Dan (phoneless) Kalikow: Right on bro. P2P B D place 2 B.

Richard Seltzer: All -- as you connect, please introduce yourselves and let us know
       your interests.

HibbspcExplorer:  First and most absolute rule. Keep it simple stupid. KISS
      Second Rule. Have two chat rooms from two servers so if therer is
       trouble those in trouble can go to the secondary room

Richard Seltzer  :  Amen.  As for the first rule, sometimes it's fun to break that. Some of
       the best sessions we had were a demo of MOOs, where we were
       multiplexing galore, running back and forth from our regular chat
       room to the MOOs.

HibbspcExplorer:  Third rule. Text chat is great and the foundation for ALL
       conferences

HibbspcExplorer: Fourth Rule - Select a chat room which has great features useable
       by all. that may be rule one?

Richard Seltzer: Exception to said rule -- if all parties who will participate have
       the same equipment and software setup, you can go for the max.
       Otherwise, you have to plan for the lowest likely common
       denominator.

Dan (phoneless) Kalikow: As someone who has never truly "fallen for" the attractions of
       realtime text chat (I guess it's my cellphone-equivalent what with
       all the IM going on), I put more weight on asynch web-based text
       conferencing, for which a simple browser most always suffices.

Bob Zwick:  I assume you are talking about Discussion Forums.
       The ones that notify you of replies to a specific thread are the
       best. Others make it too easy to fall out of the flow of
       information.

Dan (phoneless) Kalikow: Bob -- that's what http://www.quicktopic.com does -- great
       multithreading, email notification etc... More later.

Richard Seltzer: Yes, one of the features I like best about SiteScape Forum is the
       email alerts. NB -- Dan was once an advocate, evangelist for the
       forerunner of SiteScape -- WorkGroupWebForum. On several occasions
       the two of us had to scramble to keep that development project
       alive at Digital. Digital didn't really want to be in the software
       business, certainly not the Internet software business, and didn't
       know what to do with this as a product, regardless of how good it
       was.

HibbspcExplorer
       (we can talk about text chat featuress later. allow me to continue.
       please

HibbspcExplorer
       Next rule. Use the regular telephone and announce it clearly so
       those in trouble can phone for help

Richard Seltzer
       All -- does anyone want us (those who can and wish) to connect to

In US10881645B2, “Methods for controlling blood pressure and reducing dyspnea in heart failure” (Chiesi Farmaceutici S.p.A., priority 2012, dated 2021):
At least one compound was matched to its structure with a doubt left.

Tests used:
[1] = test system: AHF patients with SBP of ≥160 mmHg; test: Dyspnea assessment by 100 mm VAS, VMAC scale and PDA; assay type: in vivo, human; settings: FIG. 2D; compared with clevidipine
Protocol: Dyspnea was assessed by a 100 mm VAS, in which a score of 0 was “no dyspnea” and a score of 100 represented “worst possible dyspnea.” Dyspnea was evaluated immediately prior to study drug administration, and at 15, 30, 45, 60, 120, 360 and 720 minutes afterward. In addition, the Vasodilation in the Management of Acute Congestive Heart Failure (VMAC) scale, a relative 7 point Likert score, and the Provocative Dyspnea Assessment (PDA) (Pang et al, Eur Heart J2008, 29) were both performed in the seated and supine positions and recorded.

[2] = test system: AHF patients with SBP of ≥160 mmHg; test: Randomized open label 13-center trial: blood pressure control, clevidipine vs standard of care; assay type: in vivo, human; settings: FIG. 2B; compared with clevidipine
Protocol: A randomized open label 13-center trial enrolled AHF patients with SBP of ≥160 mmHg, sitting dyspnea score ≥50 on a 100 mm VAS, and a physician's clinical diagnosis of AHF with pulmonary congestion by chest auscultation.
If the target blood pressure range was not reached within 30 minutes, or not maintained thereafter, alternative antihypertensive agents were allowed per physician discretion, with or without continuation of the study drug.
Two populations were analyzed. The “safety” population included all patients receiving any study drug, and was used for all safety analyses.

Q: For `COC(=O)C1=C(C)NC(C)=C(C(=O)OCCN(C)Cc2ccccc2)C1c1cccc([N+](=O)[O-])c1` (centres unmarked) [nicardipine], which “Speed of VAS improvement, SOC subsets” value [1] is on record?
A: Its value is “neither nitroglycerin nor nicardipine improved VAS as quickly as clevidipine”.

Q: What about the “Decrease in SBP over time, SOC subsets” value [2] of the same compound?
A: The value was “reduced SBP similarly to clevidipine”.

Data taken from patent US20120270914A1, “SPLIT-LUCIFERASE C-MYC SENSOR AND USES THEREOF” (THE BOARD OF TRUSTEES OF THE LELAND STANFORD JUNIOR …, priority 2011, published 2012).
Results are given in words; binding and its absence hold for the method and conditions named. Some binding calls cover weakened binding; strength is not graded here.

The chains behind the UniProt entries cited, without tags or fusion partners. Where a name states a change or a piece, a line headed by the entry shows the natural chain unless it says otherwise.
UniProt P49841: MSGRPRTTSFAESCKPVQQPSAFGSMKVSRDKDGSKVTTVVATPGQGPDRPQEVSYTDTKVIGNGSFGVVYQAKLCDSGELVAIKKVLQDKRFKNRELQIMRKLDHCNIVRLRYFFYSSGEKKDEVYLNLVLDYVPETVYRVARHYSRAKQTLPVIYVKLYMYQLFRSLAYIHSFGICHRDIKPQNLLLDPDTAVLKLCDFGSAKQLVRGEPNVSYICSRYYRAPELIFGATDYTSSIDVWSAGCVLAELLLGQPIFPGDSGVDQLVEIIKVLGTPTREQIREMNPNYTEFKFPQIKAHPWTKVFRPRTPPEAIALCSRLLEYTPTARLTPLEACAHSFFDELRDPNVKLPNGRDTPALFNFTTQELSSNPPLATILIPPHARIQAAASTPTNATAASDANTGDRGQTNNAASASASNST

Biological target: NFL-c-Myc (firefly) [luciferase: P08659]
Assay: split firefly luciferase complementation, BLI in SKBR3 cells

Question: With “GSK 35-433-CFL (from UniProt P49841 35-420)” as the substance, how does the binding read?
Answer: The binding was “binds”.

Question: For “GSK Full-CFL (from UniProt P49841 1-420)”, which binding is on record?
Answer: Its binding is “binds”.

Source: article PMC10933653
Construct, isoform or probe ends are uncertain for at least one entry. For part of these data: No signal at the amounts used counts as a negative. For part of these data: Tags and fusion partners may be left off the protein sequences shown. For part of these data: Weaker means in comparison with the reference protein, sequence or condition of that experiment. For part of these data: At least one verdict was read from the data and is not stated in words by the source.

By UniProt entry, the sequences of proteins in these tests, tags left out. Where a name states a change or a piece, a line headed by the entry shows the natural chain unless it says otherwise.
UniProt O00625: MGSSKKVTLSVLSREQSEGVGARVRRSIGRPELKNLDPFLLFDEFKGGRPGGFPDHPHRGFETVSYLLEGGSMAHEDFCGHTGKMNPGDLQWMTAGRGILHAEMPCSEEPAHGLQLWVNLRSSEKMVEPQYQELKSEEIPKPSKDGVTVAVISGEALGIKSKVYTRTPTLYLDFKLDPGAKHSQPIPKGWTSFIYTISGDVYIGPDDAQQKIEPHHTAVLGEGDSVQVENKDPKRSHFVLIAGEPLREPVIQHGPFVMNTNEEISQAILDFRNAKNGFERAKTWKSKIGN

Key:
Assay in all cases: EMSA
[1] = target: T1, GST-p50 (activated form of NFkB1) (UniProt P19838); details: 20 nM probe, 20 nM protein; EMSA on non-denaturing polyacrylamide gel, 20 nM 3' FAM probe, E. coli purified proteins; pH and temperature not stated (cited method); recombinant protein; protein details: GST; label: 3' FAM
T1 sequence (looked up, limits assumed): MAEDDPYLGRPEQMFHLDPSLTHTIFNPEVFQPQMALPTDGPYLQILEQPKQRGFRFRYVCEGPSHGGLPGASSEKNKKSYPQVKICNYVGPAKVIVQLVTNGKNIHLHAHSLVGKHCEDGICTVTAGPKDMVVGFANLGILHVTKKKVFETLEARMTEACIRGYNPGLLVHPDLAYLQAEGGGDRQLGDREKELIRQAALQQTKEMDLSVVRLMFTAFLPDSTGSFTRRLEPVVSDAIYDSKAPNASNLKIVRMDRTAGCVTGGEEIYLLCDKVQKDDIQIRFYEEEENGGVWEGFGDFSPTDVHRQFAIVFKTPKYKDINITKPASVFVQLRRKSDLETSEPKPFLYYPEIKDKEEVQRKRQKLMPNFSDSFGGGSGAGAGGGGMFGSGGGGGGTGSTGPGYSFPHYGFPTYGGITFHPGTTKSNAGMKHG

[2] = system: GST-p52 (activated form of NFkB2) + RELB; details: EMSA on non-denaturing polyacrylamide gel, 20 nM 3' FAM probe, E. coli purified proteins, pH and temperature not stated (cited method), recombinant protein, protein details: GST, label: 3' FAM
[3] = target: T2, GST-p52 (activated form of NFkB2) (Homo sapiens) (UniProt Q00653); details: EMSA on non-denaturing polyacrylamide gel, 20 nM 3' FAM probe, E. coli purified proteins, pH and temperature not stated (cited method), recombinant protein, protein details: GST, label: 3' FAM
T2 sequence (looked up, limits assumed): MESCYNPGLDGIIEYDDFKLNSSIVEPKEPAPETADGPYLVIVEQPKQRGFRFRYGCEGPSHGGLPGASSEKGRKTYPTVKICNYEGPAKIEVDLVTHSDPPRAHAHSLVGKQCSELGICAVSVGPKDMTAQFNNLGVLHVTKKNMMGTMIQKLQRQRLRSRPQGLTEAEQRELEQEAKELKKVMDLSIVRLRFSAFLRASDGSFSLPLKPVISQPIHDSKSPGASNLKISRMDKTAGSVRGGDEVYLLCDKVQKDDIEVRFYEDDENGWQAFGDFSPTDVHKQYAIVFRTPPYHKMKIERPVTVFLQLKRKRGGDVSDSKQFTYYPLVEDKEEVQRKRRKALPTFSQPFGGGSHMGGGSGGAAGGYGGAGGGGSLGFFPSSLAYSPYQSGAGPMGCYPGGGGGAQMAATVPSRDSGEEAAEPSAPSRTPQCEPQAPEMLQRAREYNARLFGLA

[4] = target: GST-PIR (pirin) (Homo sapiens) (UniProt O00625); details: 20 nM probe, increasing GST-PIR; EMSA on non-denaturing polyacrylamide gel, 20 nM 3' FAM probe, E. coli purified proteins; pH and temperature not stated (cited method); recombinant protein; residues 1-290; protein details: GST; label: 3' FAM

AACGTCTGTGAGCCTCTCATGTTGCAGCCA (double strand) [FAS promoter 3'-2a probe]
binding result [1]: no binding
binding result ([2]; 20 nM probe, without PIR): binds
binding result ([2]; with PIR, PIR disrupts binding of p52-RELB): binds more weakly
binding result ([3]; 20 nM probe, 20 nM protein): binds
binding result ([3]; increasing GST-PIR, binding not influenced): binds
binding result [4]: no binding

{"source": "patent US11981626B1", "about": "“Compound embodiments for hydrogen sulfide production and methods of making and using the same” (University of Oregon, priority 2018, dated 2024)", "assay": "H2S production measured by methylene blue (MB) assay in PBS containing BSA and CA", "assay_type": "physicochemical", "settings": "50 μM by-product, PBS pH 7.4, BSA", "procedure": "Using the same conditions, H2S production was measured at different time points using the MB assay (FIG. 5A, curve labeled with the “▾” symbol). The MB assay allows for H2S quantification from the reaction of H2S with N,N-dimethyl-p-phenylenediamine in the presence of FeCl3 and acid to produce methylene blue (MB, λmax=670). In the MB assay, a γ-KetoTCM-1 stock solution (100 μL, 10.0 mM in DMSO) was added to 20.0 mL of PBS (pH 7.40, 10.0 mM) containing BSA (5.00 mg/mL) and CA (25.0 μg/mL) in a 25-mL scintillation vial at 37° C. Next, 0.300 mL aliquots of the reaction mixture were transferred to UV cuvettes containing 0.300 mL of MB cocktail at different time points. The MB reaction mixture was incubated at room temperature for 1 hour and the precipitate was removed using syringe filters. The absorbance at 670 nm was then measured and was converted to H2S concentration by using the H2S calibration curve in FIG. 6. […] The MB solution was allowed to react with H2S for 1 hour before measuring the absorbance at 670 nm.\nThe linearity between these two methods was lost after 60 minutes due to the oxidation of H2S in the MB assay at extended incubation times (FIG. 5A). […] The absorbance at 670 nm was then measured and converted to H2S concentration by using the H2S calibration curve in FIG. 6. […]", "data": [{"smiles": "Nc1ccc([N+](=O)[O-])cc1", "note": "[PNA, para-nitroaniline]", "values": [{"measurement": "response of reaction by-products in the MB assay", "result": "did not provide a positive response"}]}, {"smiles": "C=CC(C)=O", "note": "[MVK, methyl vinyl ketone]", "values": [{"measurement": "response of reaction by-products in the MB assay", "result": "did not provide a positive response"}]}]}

the phone room? (It is a toll charge, calling to Florida. For most
       of us that means 5 to 10 cents a minute).

HibbspcExplorer: Rule Six - The telephone room we have is great. Try to talk those
       who resist the long distance charges out of that worry and talk hem
       into getting something really done. I say this is like paying for a
       railroad ticket as vs. flying with the Wright Bros. Makes the
       conversation easy and wonderful especially the panelists who draw
       the crowd

Richard Seltzer: Having said that, let's give it a try. Those who can, please dial
       305-503-6666. As soon as you get an answer, enter the extension --
       802.

 Richard Seltzer: Tim in Nashua -- please introduce yourself and let us know your
       interests.

HibbspcExplorer:  Next rule - bridge the telephone to telephony and encourage
       telephony to the telephone room. Not too hard. We can provide an
       easy way for that by an email circular

Richard Seltzer: John Hibbs -- what is the limit on the number of participants for
       your POTS phone room?

 Richard Seltzer -- John Hibbs -- Is that Easy Conference (POTS) service available to
       anyone anytime? What do you have to do to sign up and get a number?
       And is that number only available for a limited time.

HibbspcExplorer: sure you can use this number anytime. I can book the room.

Richard Seltzer: 2) I mean if I wanted to do a conference call using this service,
       could I and how could I and would there be a charge?

Dan (phoneless) Kalikow: Well, heck, I was always a sucker for a good analogy. So pls
       disregard the "phoneless" in my moniker du jour -- I'm on my
       way...:-)

Richard Seltzer:  Sounds like the title of a novel -- Dan (phoneless) Kalikow.